by Joe Murphy, 2/20/2013
Joe Murphy offers an analysis on the state of modern antitrust compliance programs. He notes a number of elements that should be required of these programs and highlights the essential foundation of a strong, effective program. The paper continues and notes several deficiencies that are seen too often in companies, and discusses how compliance programs tend to elicit a resistance from a significant sector. Joe invites commenters to discuss the issues raised in this paper. If you wish to offer an insight, please comment on our blog post.
Over the past 20 years, courts and competition authorities have imposed fines and, in some jurisdictions, imprisonment with sharply increasing severity, yet there does not seem to be solid evidence that anti-competitive conduct – particularly cartel conduct – is declining in response. Then again, it is impossible to observe the number of undetected cartels, so it is possible that deterrence has increased. The delegates identified and assessed numerous factors that influence compliance, such as competition advocacy, financial penalties, imprisonment, leniency programmes and the establishment of a culture of competition. There was general agreement that authentic corporate competition compliance programmes can be helpful, but substantial variation among the delegates on whether and how such programmes should be rewarded.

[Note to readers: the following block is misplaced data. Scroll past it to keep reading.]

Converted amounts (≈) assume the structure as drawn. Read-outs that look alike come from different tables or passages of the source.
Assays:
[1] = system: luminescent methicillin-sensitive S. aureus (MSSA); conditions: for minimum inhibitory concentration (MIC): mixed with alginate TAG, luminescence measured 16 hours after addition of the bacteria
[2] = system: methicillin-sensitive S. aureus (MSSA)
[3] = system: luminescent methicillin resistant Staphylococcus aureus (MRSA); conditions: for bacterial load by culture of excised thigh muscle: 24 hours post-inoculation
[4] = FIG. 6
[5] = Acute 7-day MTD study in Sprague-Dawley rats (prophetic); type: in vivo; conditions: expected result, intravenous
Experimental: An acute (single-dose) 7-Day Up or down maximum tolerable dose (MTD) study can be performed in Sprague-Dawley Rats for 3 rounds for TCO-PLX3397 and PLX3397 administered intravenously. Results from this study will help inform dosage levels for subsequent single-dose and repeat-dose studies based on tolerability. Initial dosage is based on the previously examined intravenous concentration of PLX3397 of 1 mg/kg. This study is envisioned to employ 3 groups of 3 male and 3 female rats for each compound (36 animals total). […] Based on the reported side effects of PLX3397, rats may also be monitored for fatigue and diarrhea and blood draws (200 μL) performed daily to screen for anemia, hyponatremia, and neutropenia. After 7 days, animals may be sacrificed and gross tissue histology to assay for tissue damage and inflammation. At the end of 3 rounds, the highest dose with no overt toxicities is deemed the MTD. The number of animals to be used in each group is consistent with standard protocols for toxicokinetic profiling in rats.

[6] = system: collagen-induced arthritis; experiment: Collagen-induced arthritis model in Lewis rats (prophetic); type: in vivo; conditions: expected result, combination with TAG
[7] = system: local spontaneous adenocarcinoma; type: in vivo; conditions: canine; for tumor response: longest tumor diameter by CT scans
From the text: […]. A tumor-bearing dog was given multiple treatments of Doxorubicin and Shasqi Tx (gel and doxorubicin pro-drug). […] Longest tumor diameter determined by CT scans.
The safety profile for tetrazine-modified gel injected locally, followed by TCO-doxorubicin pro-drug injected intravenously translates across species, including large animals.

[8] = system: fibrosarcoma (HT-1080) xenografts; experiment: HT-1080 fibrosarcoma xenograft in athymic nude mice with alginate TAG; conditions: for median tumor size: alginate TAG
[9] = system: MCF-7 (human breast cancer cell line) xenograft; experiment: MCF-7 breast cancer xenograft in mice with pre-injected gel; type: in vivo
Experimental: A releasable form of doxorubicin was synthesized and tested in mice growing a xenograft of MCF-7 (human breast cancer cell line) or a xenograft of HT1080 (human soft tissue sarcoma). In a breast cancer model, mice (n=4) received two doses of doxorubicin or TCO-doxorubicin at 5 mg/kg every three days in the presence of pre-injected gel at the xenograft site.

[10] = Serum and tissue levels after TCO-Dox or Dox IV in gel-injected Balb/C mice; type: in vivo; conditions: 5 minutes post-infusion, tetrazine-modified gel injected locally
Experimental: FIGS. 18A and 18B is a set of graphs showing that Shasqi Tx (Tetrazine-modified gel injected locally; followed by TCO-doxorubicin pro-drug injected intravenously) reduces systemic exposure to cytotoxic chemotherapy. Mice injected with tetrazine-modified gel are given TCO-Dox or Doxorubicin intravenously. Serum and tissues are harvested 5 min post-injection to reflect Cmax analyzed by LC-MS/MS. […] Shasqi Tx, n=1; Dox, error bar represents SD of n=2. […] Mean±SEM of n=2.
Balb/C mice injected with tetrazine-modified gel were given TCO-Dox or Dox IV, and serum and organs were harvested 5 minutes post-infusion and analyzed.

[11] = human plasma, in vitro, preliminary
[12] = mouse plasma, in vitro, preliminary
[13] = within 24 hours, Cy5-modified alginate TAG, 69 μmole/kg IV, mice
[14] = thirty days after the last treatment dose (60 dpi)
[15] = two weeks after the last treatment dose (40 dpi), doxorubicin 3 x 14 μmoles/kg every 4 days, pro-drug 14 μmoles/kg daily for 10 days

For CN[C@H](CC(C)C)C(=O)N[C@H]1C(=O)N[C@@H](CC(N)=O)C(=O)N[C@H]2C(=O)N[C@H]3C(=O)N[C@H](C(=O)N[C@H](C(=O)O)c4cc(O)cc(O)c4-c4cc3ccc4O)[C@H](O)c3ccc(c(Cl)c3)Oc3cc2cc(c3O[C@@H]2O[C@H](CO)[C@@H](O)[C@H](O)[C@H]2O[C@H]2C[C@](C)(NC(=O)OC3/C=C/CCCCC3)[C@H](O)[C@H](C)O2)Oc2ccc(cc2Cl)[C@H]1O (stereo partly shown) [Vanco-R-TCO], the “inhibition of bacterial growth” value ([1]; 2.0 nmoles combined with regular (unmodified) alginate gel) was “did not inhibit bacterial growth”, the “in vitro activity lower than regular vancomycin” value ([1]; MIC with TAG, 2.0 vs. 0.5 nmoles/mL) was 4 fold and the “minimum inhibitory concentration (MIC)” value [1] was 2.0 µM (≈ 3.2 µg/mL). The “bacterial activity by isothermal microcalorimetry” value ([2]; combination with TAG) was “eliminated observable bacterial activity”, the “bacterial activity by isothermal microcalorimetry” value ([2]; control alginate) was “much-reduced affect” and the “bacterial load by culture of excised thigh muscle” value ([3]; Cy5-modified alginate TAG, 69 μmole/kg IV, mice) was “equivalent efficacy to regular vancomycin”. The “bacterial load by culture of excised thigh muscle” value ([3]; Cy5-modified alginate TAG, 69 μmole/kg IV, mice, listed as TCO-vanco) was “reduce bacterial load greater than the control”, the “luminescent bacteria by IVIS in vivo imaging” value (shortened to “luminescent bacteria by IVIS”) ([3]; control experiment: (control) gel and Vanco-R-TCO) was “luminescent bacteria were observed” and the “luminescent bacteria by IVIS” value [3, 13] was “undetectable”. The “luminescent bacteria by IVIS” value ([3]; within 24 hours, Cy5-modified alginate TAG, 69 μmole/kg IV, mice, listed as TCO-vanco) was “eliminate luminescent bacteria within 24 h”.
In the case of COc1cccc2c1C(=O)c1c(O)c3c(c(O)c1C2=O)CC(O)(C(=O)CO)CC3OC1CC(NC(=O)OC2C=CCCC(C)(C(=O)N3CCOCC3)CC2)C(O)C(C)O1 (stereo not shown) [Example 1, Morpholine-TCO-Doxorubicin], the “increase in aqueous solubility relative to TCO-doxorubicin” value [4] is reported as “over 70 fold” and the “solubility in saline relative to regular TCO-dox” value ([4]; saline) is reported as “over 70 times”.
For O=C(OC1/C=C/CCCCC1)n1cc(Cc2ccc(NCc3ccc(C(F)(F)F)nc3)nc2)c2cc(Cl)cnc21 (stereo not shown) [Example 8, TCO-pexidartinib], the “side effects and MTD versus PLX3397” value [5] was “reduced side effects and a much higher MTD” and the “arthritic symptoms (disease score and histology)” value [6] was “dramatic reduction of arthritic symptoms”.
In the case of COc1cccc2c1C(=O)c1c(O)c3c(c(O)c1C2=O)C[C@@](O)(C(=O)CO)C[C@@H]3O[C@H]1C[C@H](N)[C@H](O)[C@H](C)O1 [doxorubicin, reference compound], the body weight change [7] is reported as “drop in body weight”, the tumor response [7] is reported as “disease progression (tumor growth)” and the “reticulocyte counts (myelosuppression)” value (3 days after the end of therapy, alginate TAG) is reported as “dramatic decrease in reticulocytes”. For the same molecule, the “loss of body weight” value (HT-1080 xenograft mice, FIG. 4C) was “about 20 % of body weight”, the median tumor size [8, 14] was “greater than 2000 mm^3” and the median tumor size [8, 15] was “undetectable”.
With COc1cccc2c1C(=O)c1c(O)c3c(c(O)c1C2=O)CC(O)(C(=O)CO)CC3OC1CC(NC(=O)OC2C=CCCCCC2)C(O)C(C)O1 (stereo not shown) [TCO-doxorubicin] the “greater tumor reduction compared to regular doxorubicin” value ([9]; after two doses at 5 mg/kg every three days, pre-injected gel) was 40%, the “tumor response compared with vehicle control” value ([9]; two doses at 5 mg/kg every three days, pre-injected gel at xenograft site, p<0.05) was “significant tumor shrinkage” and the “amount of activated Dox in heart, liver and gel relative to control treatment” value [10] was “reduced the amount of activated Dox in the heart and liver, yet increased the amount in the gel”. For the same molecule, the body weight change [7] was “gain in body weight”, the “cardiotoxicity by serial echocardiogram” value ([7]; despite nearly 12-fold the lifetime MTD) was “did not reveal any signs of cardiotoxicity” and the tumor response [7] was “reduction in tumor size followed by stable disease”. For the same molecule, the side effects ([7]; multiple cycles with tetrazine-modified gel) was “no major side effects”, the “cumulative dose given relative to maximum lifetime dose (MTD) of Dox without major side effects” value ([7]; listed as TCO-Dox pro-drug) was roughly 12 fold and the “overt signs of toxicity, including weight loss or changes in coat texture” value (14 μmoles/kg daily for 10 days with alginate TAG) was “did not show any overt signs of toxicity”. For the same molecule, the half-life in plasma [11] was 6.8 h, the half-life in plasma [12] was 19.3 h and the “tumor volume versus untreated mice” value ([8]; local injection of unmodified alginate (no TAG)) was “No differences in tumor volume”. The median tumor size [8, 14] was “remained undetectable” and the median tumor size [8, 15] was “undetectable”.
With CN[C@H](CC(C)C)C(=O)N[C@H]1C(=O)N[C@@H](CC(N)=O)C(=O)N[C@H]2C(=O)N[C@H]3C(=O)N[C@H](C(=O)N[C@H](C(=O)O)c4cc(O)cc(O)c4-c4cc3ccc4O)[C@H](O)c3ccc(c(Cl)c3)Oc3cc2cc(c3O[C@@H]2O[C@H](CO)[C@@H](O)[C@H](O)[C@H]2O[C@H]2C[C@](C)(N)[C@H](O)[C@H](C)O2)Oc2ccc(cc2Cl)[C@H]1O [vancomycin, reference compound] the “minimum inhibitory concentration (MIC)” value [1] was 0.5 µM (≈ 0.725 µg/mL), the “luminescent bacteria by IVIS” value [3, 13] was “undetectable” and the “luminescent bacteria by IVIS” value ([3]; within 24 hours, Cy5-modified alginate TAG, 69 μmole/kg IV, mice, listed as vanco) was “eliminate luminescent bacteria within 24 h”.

by Joe Murphy & William Kolasky, in Antitrust, Vol. 26, No. 2, Spring 2012
This article describes what is needed for an effective anti-cartel compliance program and what competition authorities can do to encourage strong antitrust compliance programs that can help prevent cartel behavior.
The International Law of Antitrust Compliance
by Ted Banks & Joe Murphy, 40 Denver Journal of International Law & Policy 368, 2012
This paper looks at the development of antitrust compliance programs, and calls for a change in the negative policies of the Antitrust Division of the US Department of Justice and the European Commission, which undercut the development of more effective company programs. The paper concludes: “If the governments of the world expect to treat competition law as a basic tenet of international law, governing, as it does, the conduct of local and multinational corporations, then they must also recognize the need to accord competition law compliance programs their proper role in determining enforcement priorities and penalties.”
by Joe Murphy & Donna Boehme, hosted on SSRN, on 11/28/2011
How does society prevent cartels? There has been a tendency to rely solely on enforcement and leniency programs, but has this been at the expense of compliance programs? This paper shows how such programs, when done effectively, can work within companies to prevent and detect cartels. However, the current approach of the EU and the US Antitrust Division severely undercut program effectiveness. Dr. Stephan’s previous article suggested compliance programs do not work against cartels, but there are factors that indicate that such programs can do much more, if government changes its antagonistic approach to such programs.
by Joe Murphy, 10/7/2011
Joe Murphy was retained by the OECD Competition Committee to create a white paper for use in the multinational meeting held in Paris on June 29, 2011. The paper examines the role compliance programs could play in the global fight against cartels, and lays out a route for governments to achieve this objective.
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